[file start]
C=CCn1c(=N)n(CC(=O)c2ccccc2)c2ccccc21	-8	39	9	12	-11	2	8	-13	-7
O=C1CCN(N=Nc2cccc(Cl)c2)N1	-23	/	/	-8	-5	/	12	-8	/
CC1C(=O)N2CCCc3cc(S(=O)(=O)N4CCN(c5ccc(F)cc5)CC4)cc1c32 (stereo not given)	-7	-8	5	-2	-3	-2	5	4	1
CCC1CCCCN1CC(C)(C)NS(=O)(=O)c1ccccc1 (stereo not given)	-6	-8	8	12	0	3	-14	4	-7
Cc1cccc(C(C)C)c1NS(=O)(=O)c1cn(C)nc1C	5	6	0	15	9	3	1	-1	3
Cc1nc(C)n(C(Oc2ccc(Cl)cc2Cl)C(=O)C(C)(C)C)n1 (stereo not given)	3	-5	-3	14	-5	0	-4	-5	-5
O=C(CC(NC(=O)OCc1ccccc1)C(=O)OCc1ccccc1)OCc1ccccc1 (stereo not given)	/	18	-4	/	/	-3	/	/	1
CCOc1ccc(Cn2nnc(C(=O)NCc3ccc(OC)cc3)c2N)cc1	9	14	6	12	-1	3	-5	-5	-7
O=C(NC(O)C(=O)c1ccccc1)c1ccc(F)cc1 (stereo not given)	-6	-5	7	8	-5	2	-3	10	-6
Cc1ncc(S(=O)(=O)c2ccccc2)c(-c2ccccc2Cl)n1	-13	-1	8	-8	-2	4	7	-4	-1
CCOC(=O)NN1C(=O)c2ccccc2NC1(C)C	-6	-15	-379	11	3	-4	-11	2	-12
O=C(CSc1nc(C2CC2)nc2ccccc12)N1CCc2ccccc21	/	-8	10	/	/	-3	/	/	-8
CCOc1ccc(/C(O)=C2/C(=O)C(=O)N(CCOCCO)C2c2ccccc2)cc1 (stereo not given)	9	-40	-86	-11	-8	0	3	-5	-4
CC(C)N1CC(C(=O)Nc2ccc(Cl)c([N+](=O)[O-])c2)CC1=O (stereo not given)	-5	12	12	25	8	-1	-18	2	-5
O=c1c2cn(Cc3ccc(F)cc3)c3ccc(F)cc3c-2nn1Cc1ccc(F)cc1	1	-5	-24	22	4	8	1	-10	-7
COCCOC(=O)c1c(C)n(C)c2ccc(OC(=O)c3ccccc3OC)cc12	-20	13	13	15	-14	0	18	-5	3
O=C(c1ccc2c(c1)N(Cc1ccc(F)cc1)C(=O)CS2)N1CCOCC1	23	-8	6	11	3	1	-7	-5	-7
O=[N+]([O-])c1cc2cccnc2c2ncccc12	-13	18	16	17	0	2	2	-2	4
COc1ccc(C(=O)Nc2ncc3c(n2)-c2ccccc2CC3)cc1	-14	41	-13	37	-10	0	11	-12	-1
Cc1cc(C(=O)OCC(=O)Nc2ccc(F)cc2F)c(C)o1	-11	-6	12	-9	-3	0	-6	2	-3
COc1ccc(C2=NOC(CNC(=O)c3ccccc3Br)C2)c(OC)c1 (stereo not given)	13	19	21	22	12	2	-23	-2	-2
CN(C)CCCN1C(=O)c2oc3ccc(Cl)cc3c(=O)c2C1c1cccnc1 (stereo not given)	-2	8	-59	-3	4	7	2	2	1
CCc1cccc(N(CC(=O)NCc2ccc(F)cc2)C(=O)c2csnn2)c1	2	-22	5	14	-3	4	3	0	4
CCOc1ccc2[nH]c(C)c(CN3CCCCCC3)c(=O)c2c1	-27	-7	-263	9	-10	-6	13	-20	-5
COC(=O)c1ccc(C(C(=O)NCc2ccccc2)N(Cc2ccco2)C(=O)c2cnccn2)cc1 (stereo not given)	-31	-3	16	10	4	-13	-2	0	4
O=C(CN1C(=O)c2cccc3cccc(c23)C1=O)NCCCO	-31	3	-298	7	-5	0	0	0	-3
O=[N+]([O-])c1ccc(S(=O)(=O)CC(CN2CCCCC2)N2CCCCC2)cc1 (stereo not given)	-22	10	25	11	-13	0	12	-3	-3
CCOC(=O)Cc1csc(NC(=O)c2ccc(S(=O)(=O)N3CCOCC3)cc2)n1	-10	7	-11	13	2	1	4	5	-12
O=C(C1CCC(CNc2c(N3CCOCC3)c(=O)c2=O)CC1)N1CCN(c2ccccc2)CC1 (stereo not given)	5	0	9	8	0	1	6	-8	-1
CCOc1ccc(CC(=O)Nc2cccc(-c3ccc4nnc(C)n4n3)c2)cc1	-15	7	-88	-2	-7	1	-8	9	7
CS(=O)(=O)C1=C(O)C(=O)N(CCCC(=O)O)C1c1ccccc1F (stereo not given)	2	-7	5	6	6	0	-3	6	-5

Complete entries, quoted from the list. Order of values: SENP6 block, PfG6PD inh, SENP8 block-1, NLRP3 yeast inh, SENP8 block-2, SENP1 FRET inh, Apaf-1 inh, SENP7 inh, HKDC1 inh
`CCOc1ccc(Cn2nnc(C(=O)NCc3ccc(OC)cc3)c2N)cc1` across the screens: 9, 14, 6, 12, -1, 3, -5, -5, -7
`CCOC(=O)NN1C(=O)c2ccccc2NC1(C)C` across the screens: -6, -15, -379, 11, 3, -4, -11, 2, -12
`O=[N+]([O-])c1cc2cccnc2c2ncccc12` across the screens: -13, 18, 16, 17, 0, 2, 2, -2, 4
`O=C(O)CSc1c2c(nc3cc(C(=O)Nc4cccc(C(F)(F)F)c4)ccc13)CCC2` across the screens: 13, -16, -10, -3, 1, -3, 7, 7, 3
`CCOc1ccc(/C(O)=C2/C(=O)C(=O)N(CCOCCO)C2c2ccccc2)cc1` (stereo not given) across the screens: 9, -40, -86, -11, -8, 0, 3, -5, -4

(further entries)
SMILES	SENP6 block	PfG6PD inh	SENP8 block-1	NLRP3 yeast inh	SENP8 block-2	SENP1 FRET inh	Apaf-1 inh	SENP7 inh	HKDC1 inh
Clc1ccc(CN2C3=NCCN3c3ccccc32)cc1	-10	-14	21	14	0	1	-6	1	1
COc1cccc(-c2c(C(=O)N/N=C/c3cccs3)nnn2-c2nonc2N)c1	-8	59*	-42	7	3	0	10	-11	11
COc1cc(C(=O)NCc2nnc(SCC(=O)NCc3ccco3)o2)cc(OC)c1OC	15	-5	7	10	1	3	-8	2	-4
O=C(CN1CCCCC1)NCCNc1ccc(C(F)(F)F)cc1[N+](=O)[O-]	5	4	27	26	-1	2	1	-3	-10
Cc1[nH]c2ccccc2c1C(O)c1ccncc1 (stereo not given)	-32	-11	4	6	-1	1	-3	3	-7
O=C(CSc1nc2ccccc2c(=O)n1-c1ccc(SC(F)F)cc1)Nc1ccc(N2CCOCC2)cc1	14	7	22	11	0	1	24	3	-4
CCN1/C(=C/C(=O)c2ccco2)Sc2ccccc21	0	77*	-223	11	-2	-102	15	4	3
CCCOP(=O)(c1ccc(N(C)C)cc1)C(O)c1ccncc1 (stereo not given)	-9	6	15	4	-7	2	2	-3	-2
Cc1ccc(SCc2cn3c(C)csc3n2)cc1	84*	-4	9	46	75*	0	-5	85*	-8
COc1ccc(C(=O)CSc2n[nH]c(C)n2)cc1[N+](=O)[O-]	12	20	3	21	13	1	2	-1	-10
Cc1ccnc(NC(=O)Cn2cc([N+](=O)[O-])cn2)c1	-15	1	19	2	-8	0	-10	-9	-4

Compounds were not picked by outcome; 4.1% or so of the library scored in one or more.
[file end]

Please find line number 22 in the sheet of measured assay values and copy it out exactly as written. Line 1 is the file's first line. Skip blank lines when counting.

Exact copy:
CN(C)CCCN1C(=O)c2oc3ccc(Cl)cc3c(=O)c2C1c1cccnc1 (stereo not given)	-2	8	-59	-3	4	7	2	2	1